No Islamic State in Gaza, says Hamas despite menacing fliers
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No Islamic State in Gaza, says Hamas despite menacing fliers

Ramallah unity government condemns messages threatening women and intellectuals, but Salafi activists insist they’re fake

Elhanan Miller is the former Arab affairs reporter for The Times of Israel

Palestinian demonstrators in Rafah, southern Gaza Strip, hold Islamic State flags as they protest an American film insulting the Prophet Muhammad, September 14, 2012. (Abed Rahim Khatib/Flash90)
Palestinian demonstrators in Rafah, southern Gaza Strip, hold Islamic State flags as they protest an American film insulting the Prophet Muhammad, September 14, 2012. (Abed Rahim Khatib/Flash90)

Hamas denied the presence of the Islamic State terror group in the Gaza Strip Wednesday, after fliers signed by the jihadist organization have emerged in the Palestinian territory in recent weeks, threatening women and intellectuals.

“We would like to reassure everyone that ISIS does not exist in the Gaza Strip, and the security agencies are in full control of the situation,” Iyad Al-Bozum, a spokesman for Hamas’s interior ministry in Gaza, told Lebanese news channel Al-Mayadeen.

The Islamic State of Iraq and Syria (ISIS) is the former name of the Islamic State, a jihadist offshoot of Al-Qaeda headed by Abu Bakr al-Baghdadi, which has succeeded in gaining control of large swaths of land in northeastern Syria and northern Iraq in recent months.

On Monday, reports of a flier signed by “ISIS – Gaza Province” emerged on social media websites, warning 18 Gaza-based writers to repent within three days “for offending the tenets of Islam” or face the death penalty for apostasy. The Ramallah-based Palestinian Authority unity government of Rami Hamdallah rushed to condemn the communique, calling it “a dangerous precedent that must be stopped immediately.”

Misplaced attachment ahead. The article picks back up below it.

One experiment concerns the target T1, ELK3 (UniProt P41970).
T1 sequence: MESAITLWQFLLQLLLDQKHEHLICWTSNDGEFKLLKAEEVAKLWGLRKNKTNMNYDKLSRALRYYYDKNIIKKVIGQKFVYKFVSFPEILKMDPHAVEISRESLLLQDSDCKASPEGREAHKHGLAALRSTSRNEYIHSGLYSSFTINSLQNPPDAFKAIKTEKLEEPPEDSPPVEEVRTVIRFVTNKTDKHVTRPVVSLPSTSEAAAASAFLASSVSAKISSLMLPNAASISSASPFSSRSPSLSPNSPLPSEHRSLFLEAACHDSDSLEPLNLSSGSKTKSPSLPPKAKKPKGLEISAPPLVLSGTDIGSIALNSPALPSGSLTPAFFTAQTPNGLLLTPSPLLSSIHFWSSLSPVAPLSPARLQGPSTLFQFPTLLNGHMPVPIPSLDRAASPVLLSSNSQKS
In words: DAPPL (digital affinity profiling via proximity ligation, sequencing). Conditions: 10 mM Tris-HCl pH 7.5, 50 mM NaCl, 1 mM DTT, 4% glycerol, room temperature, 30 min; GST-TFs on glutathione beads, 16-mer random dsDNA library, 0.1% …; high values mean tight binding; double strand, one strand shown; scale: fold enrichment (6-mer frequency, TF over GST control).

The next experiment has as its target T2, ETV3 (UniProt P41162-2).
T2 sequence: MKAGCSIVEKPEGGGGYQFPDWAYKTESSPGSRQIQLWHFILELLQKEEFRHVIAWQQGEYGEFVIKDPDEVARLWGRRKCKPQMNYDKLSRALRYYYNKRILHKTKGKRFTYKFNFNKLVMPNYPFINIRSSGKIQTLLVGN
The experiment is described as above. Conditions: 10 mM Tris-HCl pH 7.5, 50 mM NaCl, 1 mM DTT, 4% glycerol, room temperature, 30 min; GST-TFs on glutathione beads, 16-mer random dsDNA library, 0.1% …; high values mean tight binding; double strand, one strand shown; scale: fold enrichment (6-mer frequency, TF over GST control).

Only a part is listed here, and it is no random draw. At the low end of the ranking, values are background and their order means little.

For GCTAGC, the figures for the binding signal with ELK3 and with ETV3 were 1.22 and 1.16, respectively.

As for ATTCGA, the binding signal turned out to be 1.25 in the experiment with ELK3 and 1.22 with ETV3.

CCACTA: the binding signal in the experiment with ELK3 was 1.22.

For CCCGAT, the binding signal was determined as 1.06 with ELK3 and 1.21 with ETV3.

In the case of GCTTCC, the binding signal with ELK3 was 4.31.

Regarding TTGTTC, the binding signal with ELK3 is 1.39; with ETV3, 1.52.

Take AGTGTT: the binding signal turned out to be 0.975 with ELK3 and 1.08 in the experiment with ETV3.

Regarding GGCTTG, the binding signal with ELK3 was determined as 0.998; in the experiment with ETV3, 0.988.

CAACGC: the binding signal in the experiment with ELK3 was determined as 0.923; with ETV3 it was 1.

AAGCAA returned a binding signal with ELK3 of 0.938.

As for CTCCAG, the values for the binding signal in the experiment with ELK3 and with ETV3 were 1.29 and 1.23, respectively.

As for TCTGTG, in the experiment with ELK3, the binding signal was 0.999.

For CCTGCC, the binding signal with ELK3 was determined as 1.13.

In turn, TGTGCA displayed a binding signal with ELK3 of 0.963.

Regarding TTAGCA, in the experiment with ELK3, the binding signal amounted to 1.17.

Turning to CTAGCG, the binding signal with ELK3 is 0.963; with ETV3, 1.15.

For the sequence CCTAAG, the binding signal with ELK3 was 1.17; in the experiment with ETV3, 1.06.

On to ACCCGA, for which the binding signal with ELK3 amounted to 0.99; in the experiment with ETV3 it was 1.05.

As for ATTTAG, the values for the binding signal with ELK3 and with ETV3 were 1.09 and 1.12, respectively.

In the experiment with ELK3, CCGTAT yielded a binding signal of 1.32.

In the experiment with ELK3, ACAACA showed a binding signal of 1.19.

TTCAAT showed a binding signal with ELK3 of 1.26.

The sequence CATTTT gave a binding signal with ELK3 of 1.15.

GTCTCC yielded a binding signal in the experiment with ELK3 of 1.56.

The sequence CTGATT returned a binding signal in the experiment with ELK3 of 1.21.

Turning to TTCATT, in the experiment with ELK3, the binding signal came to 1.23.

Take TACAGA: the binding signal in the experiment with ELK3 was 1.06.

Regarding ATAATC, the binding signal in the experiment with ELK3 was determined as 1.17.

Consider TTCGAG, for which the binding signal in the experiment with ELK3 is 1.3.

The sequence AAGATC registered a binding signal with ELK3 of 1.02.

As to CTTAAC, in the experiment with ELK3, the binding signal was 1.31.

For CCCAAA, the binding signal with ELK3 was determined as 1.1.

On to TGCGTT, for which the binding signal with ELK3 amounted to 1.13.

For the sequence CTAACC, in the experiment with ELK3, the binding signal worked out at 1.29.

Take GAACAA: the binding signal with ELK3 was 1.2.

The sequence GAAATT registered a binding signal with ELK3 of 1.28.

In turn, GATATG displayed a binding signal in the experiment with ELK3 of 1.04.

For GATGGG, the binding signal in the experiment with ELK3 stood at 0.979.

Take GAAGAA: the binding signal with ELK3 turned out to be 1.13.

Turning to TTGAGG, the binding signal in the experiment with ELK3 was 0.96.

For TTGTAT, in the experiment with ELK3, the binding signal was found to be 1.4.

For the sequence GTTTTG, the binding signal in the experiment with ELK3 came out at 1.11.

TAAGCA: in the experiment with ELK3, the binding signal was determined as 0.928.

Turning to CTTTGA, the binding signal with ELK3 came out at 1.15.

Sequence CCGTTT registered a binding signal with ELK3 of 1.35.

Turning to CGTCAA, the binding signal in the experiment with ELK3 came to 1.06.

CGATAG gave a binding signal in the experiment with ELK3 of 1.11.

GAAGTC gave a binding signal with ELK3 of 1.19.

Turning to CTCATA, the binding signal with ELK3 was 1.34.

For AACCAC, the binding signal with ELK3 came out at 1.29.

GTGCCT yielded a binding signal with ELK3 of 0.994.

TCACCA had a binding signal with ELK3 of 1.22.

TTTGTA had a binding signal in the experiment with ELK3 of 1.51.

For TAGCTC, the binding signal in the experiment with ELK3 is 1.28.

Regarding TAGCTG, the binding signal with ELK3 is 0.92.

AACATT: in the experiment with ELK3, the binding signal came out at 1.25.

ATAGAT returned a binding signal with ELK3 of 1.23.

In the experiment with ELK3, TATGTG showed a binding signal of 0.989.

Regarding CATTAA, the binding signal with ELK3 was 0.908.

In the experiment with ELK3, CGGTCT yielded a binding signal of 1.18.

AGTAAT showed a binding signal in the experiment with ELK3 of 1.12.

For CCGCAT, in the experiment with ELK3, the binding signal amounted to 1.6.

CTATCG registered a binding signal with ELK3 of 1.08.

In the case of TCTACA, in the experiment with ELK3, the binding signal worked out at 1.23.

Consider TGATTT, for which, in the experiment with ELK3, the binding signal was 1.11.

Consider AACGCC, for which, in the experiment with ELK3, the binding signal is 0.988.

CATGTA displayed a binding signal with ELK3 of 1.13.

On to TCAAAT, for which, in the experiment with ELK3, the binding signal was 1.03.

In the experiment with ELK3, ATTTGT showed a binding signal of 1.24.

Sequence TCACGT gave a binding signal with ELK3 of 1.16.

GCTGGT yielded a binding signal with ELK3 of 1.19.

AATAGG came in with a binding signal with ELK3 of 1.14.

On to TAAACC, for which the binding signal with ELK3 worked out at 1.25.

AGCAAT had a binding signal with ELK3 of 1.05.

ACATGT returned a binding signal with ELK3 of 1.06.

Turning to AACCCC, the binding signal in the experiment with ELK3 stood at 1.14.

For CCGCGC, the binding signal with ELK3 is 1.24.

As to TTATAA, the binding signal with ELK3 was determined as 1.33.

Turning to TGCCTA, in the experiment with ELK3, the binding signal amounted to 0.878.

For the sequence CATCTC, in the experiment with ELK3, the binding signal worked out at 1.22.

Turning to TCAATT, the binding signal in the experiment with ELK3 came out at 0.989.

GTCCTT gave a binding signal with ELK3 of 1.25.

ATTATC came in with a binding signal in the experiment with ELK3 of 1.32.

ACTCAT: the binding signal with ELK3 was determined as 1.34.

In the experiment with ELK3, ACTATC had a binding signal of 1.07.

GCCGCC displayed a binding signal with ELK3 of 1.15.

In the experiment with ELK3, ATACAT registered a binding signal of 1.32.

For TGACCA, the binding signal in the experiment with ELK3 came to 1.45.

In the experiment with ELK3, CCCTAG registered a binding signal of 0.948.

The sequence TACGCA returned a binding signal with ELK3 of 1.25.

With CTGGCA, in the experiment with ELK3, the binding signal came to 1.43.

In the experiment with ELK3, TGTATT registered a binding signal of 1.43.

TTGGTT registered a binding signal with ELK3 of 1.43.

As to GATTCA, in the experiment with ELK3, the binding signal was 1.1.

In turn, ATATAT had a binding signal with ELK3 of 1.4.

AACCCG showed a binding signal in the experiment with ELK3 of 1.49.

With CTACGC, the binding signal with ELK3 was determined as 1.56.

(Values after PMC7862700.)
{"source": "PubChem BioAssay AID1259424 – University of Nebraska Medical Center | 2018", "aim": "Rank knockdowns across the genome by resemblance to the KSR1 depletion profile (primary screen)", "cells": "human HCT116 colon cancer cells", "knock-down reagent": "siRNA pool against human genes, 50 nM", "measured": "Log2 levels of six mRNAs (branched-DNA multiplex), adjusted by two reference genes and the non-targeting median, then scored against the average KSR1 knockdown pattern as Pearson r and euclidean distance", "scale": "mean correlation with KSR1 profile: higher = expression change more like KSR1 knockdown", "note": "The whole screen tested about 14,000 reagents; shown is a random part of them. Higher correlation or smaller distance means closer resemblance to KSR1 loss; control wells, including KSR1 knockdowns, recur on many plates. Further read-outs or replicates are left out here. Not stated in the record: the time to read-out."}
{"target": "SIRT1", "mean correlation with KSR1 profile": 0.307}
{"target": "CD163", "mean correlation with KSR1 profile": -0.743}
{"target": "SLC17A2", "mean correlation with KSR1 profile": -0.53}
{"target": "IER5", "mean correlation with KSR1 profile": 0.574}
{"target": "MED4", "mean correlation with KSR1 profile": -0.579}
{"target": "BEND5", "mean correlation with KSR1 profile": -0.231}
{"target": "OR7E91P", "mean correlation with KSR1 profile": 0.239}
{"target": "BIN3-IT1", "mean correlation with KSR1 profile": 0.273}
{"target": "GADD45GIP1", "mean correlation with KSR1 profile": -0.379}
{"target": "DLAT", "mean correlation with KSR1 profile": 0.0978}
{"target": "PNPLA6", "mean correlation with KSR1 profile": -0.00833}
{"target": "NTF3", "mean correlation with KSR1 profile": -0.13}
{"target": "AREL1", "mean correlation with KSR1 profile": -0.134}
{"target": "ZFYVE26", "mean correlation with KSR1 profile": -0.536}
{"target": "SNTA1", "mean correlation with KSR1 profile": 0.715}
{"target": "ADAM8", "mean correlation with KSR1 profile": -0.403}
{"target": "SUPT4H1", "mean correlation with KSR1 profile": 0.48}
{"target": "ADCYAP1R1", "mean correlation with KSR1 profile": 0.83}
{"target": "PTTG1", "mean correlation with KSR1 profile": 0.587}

A detail from a flier distributed in Gaza, allegedly by ISIS (screen capture: YouTube)
A detail from a flier distributed in Gaza, allegedly by ISIS (screen capture: YouTube)

Another pamphlet, dated November 29 and titled “The hijab, the hijab” (the Islamic veil), instructed Gaza’s women to cover their heads “in accordance with Sharia” or face an Islamic trial.

“The veil must be broad and loose, neither tight nor transparent. It must not draw attention by its beauty or perfume,” the statement read. “Warning: the Islamic State allows one week to adhere by the Islamic veil. Any transgression will subject the woman and her guardian to an Islamic tribunal.”

Jerusalem-based daily Al-Quds tried to investigate on Tuesday whether the messages were authentic. It interviewed two Gaza-based militant Salafi leaders who have spent years in Hamas prisons. The two men, Abul-Aynaa’ Al-Ansari and Abu-Nur Al-Maqdisi, rejected the notion that jihadist organizations had issued the announcements.

“All of our fighters in Aknaf Bait Al-Maqdis [the Islamic name used for Israel and the Palestinian territories] support the Islamic State in every move it takes, but so far there has been no real bay’ah [Islamic pledge of allegiance] to the leader Abu Bakr Al-Baghdadi. In other words, there is yet no province in Gaza belonging to the Islamic State.”

Women in Gaza hold candles during a solidarity protest with Egyptian casualties, August 16, 2013 (photo credit: Flash90/Wissam Nassar)
Veiled women in Gaza hold candles during a solidarity protest with Egyptian casualties, August 16, 2013 (photo credit: Flash90/Wissam Nassar)

Ansari insisted that the fliers were fabricated, pointing to the name “Islamic State in Iraq and Syria” which is no longer used by the organization. Al-Maqdisi accused “collaborators with the occupation” of circulating the fake communiques in order “to tarnish the name of the Islamic State.” He argued that relations between Gazas Salafis and Hamas have improved over the past year, following mediation efforts by a number of Arab clerics.

Salafi Jihadist activity is not unknown to the Gaza Strip. In August 2009, Hamas security forces stormed the Salafi Ibn Taymiya mosque and killed jihadist preacher Abdel Latif Moussa who had declared Gaza an “Islamic emirate.” In April 2011, four Salafi activists kidnapped and killed Italian journalist and activist Vittorio Arrigoni. The four were sentenced to life imprisonment with hard labor in September 2012.

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